One of the first-ever ‘celebrity chefs’, Pellegrino Artusi (1820-1911) lived most of his life in Florence’s city centre. He is famous to this day for his exceptional Italian cookbook, titled ‘La Scienza in cucina e l’Arte di mangiar bene’ – Science in the kitchen and the art of eating well.
After decades of research, Artusi self-published his book in 1881, making just 1000 copies. Having been rejected by publishers initially, it did eventually get taken up by a publishing house and has remained in print ever since in over 100 editions. There is even now an Artusi iPhone application!
These traditional Italian recipes became – and remained – famous not only for the fact that they are all delicious and well-described, but also for his sometimes humorous, sometimes sarcastic, and always helpful writing style. There are recipes to cure specific ailments, special occasion dishes, suggests on when and how to serve dishes, and the health benefits different ingredients or recipes have.
Artusi’s recipes, hailing mostly from around Italy but also a few inspired by other cuisines, are divided into helpful categories covering an entire meal right down to the minor details from soups to sides, broth to batter, sauces and syrups.
One delicious Artusi dish we recently enjoyed was home-made Minestra di Mattoncini di Ricotta – Soup with little ricotta ‘bricks’.
A good friend of Artviva Walking Tours (and a great cook of traditional Tuscan recipes) recently made this impressive Tuscan recipe for us.
The Artusi recipe calls for the ricotta bricks to be placed inside a soup terrain and then served. Our host was a little more theatrical, placing the bricks on our plates first, then ladling the broth over the top before us to a wave of ‘oohs’ and ‘aahs’ with each steaming spoonful.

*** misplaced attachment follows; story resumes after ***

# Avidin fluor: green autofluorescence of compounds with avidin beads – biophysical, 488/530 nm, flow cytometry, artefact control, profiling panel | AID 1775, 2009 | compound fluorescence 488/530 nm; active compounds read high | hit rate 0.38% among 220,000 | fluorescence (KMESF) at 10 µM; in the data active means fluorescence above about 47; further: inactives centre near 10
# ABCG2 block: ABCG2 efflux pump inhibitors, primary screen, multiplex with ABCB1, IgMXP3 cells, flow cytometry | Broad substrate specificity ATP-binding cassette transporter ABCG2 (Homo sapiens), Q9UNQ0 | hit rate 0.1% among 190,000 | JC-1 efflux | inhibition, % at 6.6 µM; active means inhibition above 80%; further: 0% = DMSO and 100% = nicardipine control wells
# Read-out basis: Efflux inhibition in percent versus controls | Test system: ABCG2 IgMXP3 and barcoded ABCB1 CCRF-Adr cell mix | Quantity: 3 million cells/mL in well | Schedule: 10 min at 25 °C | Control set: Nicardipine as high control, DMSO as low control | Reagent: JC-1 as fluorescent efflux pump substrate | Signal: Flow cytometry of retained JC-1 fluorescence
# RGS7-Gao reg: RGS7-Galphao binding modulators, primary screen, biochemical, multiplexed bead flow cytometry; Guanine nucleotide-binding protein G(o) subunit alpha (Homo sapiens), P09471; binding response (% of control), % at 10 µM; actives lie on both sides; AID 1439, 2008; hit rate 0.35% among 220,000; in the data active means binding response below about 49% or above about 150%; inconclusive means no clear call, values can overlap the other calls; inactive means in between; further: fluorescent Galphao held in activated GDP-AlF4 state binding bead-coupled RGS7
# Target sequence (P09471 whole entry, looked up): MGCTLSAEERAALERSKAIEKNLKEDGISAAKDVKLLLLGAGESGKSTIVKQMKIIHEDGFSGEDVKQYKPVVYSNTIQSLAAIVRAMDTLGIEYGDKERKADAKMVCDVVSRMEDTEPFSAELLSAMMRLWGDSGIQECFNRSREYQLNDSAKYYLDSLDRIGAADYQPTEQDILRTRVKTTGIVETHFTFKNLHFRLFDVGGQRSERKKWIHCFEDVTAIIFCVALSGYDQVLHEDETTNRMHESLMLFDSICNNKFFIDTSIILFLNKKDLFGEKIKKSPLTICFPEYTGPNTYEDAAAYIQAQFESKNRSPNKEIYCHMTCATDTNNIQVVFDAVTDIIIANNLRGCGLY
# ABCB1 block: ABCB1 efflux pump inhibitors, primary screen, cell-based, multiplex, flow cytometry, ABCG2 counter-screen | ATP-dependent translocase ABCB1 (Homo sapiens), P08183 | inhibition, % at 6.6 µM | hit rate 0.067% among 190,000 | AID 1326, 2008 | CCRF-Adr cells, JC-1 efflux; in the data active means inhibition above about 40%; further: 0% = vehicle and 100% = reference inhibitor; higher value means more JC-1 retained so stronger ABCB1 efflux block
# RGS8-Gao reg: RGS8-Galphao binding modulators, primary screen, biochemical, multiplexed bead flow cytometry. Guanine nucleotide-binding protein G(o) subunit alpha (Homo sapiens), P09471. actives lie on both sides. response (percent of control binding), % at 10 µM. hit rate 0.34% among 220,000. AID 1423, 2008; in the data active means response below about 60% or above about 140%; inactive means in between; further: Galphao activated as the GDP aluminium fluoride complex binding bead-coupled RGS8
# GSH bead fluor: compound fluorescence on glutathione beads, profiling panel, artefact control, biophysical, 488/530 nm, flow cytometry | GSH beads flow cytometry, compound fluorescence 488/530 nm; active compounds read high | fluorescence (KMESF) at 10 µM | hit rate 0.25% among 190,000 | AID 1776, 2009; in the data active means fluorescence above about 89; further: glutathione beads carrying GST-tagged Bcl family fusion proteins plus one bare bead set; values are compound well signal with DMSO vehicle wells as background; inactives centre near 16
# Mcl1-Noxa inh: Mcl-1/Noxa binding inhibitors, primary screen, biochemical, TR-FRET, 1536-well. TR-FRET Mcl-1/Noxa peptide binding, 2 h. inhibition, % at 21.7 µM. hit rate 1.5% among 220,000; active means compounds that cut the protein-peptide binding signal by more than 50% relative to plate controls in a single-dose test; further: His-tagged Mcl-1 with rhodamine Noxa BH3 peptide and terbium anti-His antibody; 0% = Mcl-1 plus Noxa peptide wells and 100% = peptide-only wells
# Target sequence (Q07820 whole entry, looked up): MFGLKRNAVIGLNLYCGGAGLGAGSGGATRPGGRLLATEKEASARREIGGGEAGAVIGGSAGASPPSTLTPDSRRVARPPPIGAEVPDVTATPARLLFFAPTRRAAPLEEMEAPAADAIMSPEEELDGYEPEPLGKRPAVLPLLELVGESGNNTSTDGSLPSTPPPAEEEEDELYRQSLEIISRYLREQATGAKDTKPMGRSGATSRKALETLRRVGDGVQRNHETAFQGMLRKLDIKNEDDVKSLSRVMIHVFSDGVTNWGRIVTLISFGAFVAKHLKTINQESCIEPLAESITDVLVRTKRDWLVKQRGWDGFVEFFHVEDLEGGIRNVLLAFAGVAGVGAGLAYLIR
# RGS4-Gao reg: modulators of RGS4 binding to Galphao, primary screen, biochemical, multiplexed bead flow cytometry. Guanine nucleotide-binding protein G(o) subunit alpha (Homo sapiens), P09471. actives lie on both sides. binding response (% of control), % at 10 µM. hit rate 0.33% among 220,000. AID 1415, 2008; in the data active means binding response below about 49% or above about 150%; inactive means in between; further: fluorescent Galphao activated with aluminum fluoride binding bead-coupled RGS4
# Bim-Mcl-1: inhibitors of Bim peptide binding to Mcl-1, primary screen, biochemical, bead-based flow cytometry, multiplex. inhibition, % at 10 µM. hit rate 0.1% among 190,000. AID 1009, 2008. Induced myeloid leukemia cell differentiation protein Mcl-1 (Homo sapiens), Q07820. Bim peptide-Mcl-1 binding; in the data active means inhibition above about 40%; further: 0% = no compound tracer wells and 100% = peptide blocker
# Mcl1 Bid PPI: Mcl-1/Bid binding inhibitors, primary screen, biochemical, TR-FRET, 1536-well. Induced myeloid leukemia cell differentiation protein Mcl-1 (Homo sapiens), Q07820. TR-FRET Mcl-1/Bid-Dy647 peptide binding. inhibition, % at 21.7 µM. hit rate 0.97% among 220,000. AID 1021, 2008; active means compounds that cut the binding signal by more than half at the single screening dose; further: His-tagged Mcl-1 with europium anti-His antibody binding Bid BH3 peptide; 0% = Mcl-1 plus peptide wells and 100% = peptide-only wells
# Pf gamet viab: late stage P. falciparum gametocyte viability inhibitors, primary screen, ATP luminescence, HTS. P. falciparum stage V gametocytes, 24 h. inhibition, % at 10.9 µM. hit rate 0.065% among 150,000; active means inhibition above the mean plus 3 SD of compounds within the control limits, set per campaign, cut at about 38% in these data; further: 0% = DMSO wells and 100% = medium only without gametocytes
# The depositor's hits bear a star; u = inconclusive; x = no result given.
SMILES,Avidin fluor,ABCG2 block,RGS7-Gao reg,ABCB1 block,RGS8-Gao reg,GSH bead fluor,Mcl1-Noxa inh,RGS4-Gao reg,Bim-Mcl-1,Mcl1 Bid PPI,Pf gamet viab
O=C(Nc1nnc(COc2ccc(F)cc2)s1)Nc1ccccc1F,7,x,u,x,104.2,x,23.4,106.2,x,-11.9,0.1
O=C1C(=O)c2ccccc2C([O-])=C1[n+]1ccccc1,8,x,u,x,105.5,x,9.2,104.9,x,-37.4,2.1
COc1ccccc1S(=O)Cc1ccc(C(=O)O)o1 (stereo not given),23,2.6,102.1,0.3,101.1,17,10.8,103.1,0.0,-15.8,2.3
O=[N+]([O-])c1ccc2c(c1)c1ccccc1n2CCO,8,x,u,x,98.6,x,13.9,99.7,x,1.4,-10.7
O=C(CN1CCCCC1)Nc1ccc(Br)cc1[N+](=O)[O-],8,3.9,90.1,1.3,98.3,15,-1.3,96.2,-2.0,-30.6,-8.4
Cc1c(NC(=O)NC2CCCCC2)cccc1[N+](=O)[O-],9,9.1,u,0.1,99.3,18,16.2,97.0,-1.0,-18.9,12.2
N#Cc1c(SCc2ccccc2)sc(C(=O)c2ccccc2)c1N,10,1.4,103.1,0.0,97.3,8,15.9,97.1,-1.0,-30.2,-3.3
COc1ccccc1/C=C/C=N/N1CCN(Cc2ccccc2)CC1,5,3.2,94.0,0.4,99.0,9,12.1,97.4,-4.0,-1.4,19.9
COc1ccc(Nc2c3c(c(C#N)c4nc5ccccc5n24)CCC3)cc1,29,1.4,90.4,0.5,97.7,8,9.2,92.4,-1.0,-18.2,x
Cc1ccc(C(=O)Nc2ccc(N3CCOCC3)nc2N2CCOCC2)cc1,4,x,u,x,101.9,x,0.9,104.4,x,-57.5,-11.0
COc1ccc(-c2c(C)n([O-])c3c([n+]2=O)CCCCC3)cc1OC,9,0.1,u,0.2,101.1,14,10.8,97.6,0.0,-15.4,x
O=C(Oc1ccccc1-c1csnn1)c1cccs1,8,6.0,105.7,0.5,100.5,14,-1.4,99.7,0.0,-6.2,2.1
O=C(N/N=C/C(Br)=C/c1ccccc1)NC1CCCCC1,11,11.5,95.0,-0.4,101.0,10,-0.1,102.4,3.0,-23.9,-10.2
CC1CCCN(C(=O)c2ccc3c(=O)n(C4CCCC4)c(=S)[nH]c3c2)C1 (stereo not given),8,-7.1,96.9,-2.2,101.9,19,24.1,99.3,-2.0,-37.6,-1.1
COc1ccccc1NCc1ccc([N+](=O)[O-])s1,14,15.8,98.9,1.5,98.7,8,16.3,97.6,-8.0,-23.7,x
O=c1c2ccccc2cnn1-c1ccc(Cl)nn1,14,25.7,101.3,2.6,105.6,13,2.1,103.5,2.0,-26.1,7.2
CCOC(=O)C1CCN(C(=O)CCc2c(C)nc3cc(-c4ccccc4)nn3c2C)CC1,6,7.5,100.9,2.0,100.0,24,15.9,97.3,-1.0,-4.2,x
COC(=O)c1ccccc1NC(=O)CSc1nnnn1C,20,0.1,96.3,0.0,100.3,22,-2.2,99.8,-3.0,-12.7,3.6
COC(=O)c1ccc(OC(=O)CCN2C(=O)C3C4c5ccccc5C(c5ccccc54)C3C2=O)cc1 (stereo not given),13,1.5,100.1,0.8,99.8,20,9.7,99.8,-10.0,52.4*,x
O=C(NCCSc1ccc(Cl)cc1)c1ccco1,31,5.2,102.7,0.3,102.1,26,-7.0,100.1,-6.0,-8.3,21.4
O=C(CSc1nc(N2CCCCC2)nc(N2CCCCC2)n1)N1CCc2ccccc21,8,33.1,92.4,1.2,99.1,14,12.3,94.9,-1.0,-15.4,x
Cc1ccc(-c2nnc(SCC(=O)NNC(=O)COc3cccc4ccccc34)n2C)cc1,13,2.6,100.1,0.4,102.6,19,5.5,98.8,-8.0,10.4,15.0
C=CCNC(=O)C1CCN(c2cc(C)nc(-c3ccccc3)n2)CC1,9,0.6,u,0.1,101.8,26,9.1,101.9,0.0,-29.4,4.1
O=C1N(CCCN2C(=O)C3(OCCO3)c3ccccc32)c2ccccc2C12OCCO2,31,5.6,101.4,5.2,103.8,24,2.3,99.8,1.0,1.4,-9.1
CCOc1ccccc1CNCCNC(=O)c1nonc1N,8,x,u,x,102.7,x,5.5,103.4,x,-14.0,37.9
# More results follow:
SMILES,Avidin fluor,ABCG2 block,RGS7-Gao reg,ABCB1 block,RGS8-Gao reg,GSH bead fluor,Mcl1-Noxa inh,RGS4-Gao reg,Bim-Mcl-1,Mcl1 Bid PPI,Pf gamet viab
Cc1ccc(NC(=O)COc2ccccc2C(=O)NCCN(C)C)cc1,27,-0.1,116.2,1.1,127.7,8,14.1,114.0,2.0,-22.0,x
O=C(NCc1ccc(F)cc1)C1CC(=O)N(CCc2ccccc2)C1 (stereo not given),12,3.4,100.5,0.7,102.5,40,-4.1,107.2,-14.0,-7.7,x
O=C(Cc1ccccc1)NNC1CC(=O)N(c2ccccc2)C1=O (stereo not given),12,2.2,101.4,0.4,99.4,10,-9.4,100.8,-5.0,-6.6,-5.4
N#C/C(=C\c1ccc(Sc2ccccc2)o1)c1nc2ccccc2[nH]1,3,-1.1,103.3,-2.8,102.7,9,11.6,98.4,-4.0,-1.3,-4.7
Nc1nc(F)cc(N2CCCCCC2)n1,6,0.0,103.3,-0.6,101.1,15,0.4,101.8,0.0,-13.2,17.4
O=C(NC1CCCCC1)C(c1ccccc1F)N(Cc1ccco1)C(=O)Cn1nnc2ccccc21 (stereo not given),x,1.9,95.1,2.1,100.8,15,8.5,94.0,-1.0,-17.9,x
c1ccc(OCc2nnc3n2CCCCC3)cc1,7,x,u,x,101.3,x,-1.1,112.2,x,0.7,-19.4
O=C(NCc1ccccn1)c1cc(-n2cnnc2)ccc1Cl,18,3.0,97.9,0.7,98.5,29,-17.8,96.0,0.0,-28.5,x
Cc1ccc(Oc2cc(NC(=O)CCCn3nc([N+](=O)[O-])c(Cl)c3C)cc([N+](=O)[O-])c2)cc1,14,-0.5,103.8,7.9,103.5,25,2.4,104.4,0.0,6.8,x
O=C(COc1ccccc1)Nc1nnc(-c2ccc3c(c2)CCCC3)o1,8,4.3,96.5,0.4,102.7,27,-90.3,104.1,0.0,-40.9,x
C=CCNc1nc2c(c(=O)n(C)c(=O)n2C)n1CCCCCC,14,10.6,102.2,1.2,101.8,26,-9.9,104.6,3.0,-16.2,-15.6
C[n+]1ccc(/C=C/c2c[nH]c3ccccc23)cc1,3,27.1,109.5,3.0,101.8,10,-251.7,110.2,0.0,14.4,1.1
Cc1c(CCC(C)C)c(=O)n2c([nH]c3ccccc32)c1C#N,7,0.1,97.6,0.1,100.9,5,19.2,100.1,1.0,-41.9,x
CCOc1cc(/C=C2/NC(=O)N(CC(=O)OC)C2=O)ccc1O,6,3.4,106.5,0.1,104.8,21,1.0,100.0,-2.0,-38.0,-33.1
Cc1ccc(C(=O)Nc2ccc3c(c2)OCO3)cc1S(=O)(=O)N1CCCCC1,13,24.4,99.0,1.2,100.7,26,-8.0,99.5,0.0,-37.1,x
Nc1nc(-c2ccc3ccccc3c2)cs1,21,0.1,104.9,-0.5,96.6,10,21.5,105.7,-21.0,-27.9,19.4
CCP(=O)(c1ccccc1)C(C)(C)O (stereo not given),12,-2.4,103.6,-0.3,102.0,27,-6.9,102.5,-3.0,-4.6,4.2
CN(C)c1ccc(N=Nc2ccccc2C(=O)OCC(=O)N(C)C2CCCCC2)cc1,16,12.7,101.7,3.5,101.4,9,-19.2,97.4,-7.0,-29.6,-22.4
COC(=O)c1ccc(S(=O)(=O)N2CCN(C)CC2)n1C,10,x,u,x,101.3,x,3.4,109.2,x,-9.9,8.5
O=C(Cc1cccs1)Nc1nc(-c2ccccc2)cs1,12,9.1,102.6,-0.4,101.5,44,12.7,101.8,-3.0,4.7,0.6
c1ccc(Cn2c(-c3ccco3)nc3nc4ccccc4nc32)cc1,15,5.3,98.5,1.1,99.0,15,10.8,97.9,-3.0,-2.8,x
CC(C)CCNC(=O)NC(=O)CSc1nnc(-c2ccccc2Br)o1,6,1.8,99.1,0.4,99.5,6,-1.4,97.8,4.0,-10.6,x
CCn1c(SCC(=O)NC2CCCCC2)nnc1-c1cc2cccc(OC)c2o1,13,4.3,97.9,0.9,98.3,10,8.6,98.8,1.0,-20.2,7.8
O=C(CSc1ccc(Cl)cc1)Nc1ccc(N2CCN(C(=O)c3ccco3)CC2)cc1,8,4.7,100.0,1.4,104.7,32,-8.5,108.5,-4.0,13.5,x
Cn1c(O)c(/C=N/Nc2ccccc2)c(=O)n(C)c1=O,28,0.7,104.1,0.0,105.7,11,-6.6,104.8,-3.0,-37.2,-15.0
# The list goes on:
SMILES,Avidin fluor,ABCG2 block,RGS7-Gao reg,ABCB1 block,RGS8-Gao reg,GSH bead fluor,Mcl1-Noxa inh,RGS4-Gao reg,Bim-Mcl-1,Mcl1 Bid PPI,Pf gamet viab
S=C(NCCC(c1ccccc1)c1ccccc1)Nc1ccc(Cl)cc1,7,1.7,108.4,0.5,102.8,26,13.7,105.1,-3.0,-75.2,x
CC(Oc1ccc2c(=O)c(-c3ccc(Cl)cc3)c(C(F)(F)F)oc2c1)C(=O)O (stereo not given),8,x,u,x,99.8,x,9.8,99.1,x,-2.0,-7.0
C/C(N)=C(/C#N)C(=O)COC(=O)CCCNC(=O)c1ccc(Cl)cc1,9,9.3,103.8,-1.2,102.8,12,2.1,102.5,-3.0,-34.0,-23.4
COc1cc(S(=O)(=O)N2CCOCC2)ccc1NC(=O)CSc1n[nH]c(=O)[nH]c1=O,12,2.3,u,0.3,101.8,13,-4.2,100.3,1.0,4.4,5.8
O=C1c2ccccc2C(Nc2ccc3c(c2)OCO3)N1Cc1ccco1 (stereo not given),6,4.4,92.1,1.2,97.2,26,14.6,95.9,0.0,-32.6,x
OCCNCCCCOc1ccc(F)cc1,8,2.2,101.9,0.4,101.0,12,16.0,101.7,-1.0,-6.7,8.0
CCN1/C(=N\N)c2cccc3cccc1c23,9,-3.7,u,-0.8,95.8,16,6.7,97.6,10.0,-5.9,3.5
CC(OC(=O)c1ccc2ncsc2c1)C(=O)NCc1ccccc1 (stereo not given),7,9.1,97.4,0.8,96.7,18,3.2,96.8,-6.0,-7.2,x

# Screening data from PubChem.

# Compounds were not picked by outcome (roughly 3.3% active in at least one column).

Here is the traditional Tuscan recipe by Artusi:
Minestra di Mattoncini di Ricotta
(Soup with little ricotta ‘bricks’)
200 g ricotta cheese
30 grams grated Parmesan cheese
salt to taste
lemon zest and a dash of nutmeg
Pass the ricotta through a sieve. Add the other ingredients – the eggs one at a time. Mix well
and pour the mixture into a buttered mold, with buttered paper lining the bottom. Cook in a bain-marie. When cool, remove it from the mold, discard the paper, and cut it into cubes of approximately one centimetre wide. Place the cubes in a soup tureen, add boiling broth, and send to the table. These amounts serve five to six people. ?
If you would like to do a small-group hands-on cooking class in Tuscany, learning to make traditional Tuscan recipes, using the best fresh produce, you could sign up for an Italian cookery course in Florence, and perhaps also a market visit where you can learn about the traditional ingredients before heading to the kitchen to turn the products into delicious, typical dishes and then indulging in a delicious lunch made by you! .
We can also help you with small-group Tuscany wine excursions to explore Tuscany’s wine country to learn about ? and taste ? delicious Tuscan wines and the meals (and views!) they are best served with.
Artviva is a proud supporter and member of the Slow Food movement, and specialises in small-group, quality (and fun) tours in Florence/Tuscany, Rome, Venice and beyond. Visit www.artviva.com for more information, or email firstname.lastname@example.org.